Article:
Being a general manager is a tough job. Even the best general managers have a spotty history full of busts, free agency misfires, and potentially multiple head coaches. As much analytics, measurements, testing, and analytics go into scouting, a big component of the job is clearly more art than science.
So criticism of general managers should be taken with a grain of salt. With all of that in mind, when reviewing the latest general manager rankings, Dimitroff’s ranking is... surprising.
Dimitroff snuck into the top half of the league at 14th overall in this year’s Rotoworld rankings.
Thomas Dimitroff’s second championship window closed as quickly as it opened. 14-18 over the past two seasons, Dimitroff’s roster lacks high-end talent on defense. The offensive line is below average. The head coach is overmatched.
We did not even get to the ongoing, endless cap crunch. Or that the team’s first-round pass rusher left in free agency in the same offseason the team passed on the fifth-year option on another first-round pass rusher. The team’s endless attempt to make either line a strength. Losing a Pro Bowl tight end that the team never even offered a contract extension.
That is not to say there were no positives. Dimitroff has undoubtably done more than most general managers have managed. Yet, as pointed out, things look grim.
Dimitroff secured a genuine franchise quarterback his first year on the job. He added one of the players of the decade in Julio Jones three seasons later. That’s been enough to fuel two separate title runs. For a third, Dimitroff must break a long downturn on defense and find more ways to keep an aging Matt Ryan upright. He got off to a bad start for 2020, reaching for CB A.J. Terrell in the first round of the draft and failing to supply meaningful upgrades for Ryan. Only three teams have allowed more sacks over the past three seasons.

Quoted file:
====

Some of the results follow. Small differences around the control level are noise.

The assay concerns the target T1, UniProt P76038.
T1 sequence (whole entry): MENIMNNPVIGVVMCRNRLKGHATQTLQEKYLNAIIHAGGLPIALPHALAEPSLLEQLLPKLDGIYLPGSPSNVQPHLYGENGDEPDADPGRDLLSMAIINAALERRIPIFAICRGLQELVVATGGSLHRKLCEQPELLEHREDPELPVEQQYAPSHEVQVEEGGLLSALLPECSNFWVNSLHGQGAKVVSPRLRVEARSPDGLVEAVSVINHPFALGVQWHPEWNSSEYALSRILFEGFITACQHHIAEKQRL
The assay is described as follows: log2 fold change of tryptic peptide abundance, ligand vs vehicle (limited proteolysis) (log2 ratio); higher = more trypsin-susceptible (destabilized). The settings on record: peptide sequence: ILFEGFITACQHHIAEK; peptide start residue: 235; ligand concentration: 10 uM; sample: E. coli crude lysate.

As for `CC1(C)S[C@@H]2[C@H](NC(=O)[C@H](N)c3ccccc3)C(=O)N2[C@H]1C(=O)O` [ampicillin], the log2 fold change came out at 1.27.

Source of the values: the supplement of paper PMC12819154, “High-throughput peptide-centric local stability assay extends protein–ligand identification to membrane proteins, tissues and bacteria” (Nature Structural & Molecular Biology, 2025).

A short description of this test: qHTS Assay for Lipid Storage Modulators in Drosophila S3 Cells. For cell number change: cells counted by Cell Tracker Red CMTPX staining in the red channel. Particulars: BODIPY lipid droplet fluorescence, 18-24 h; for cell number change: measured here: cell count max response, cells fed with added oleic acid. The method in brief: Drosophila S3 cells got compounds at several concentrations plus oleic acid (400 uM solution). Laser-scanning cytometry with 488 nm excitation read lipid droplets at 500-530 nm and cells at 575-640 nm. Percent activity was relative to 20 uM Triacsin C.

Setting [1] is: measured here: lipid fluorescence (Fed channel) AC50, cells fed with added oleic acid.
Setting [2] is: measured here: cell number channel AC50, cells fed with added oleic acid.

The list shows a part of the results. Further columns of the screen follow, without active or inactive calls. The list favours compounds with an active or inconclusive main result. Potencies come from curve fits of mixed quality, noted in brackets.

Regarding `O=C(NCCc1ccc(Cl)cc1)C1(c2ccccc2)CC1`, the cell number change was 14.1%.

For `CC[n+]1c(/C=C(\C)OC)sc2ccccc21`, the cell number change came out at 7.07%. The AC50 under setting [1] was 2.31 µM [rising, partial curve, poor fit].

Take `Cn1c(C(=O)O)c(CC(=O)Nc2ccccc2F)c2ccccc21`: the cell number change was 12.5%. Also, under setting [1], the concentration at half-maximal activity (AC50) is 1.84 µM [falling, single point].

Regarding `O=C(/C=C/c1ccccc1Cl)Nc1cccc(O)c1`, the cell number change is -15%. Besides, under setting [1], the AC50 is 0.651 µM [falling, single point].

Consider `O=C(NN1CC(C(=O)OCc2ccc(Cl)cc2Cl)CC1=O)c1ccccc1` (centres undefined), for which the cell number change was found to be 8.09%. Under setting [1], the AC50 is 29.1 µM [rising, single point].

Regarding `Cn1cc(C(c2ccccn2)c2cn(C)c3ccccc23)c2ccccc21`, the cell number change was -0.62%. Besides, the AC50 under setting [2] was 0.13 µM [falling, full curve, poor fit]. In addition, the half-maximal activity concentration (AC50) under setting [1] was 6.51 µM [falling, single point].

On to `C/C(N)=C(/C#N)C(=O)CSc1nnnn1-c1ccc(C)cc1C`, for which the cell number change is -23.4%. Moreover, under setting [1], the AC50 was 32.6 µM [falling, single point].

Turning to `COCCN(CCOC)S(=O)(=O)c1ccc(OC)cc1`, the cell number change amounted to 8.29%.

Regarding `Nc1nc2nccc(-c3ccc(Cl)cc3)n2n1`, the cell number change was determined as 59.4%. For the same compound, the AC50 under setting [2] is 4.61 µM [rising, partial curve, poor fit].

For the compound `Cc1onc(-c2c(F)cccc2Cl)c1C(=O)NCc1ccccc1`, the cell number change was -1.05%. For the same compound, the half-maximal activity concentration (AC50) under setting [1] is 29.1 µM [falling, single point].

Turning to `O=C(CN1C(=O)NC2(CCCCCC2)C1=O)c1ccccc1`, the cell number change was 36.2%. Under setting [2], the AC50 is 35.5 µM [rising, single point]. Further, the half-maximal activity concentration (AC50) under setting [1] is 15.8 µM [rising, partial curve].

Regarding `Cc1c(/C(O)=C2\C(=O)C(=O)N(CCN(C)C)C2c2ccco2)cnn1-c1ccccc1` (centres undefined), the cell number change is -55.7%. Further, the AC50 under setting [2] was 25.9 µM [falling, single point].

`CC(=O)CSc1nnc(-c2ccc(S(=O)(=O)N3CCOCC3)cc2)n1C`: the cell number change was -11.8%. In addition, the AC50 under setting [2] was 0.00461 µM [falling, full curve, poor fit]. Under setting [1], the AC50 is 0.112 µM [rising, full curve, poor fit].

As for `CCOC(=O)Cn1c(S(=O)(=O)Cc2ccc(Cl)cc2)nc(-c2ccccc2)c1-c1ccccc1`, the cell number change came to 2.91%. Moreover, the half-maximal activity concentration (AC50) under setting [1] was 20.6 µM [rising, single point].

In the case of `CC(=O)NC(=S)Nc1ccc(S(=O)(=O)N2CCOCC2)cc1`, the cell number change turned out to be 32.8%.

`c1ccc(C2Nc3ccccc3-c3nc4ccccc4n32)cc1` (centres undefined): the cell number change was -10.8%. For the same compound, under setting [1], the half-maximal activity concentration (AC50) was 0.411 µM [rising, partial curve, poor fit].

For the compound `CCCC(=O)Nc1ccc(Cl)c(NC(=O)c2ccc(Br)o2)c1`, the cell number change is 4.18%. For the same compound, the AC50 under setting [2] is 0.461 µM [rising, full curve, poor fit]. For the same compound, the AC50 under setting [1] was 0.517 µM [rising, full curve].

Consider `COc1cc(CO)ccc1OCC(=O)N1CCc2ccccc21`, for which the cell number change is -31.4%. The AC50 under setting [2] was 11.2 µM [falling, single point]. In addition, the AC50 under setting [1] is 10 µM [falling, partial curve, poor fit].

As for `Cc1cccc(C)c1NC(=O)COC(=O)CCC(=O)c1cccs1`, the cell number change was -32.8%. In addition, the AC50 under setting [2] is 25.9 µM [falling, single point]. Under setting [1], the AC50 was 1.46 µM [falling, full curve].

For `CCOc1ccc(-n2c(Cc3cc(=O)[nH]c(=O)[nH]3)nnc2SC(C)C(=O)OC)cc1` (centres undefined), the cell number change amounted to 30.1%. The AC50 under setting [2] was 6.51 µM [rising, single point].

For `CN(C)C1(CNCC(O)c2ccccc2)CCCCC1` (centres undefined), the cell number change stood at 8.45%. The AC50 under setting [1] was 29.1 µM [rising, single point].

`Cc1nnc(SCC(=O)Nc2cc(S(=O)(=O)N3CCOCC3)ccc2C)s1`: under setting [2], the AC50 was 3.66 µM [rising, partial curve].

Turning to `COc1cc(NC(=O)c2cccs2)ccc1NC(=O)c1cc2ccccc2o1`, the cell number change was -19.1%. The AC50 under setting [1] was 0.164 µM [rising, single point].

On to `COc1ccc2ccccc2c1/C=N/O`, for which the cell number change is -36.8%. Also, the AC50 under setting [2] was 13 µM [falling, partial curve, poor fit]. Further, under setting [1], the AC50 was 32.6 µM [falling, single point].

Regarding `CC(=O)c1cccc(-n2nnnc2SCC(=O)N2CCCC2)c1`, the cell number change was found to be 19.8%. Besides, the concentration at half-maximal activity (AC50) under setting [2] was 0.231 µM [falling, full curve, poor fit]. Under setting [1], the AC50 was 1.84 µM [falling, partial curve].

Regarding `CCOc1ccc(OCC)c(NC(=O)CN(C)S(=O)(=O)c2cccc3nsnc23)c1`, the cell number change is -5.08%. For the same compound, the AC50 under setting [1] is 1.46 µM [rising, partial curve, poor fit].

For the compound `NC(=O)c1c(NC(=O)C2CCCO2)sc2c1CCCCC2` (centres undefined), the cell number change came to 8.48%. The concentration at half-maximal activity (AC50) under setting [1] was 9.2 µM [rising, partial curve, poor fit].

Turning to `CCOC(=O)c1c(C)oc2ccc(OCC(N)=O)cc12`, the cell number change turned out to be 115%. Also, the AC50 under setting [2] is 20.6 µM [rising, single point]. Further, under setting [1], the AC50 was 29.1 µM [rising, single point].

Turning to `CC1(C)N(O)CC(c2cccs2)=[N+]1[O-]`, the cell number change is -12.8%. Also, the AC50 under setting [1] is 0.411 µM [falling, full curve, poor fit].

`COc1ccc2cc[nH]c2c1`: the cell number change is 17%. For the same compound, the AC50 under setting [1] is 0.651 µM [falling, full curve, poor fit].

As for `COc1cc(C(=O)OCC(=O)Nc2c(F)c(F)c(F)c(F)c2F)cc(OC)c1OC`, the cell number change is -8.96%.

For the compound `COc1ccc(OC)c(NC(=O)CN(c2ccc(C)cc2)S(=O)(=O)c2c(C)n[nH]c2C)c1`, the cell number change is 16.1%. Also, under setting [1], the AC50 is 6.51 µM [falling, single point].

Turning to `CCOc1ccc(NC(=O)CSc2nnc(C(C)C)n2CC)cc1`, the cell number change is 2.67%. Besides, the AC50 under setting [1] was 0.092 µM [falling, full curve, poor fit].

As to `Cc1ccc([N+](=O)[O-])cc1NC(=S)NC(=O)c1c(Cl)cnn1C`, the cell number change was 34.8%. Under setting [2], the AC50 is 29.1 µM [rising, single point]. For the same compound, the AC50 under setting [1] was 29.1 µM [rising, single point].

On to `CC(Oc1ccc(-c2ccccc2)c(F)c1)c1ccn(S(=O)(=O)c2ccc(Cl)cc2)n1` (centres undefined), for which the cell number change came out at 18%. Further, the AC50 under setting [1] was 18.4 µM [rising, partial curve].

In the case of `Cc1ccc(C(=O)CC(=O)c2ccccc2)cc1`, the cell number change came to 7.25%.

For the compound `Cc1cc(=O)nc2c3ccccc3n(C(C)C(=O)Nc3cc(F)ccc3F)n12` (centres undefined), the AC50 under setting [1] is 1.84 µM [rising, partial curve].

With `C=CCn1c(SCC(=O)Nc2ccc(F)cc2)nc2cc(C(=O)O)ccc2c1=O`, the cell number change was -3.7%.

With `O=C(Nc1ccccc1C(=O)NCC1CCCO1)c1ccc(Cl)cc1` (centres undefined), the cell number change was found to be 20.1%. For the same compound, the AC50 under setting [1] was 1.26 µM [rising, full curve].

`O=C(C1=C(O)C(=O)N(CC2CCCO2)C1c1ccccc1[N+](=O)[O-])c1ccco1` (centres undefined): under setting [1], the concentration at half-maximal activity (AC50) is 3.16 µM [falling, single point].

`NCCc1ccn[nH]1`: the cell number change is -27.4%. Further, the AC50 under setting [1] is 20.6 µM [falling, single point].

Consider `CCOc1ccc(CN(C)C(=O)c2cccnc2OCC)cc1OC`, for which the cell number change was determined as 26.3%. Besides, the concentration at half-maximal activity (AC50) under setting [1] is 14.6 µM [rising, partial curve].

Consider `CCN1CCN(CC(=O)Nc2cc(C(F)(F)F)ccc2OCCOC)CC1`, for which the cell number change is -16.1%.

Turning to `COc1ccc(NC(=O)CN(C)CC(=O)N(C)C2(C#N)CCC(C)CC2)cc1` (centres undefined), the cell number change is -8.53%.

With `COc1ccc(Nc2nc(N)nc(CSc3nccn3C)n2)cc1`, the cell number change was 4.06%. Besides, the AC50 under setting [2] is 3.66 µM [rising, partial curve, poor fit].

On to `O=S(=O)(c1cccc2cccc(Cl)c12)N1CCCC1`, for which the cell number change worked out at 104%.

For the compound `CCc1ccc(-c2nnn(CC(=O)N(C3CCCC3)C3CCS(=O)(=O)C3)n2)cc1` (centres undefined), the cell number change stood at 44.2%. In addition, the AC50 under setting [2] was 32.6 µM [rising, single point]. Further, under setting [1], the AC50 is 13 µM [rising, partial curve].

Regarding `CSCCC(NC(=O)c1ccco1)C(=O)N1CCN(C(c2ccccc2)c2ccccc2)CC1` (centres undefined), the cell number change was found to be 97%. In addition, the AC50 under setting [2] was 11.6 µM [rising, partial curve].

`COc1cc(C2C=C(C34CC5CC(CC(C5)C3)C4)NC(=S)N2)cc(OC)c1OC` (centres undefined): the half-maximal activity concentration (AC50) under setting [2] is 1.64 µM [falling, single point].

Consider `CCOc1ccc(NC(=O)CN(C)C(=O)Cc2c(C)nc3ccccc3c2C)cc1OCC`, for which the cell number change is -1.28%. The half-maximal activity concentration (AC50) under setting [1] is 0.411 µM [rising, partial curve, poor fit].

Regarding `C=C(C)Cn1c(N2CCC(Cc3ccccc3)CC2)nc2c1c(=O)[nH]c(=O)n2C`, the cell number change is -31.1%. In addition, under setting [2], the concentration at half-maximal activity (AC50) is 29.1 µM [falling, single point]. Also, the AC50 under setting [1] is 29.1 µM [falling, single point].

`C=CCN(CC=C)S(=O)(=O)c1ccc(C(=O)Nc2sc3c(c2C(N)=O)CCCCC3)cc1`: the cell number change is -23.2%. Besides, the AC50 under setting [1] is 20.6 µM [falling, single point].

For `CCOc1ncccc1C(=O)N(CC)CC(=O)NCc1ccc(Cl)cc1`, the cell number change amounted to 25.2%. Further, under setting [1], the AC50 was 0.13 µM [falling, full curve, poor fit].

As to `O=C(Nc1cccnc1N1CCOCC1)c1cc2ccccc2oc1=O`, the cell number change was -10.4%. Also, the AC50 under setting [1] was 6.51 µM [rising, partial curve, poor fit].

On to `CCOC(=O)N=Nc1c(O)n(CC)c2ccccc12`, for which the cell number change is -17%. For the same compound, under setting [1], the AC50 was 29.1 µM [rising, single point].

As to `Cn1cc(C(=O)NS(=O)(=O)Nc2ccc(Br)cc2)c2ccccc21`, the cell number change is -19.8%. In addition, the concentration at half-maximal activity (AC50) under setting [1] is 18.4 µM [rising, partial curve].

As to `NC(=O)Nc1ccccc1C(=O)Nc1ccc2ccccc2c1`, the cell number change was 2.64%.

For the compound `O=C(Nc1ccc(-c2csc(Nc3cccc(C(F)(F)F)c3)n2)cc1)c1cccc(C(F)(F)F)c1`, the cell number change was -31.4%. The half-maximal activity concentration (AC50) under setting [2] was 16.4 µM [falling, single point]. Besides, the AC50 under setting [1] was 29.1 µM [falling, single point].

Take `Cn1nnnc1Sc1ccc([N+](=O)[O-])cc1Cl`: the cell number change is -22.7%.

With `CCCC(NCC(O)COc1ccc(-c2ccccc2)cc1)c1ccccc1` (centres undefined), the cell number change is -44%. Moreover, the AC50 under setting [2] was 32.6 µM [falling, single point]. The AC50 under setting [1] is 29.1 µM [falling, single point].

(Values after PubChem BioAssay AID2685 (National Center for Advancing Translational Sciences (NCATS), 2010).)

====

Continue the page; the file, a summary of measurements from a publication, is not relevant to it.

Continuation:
The hair half of the braintrust has so much riding on 2020 after back-to-back-to-back disaster offseasons that have left this team with the glaring holes mentioned. Yet, that is still good enough for 14th best in the league.
Despite multiple, multiple, multiple bad choices, Dimitroff still never traded away DeAndre Hopkins for half a sandwich or drafted Mitch Trubisky over Patrick Mahomes or Deshaun Watson. So that’s good, right?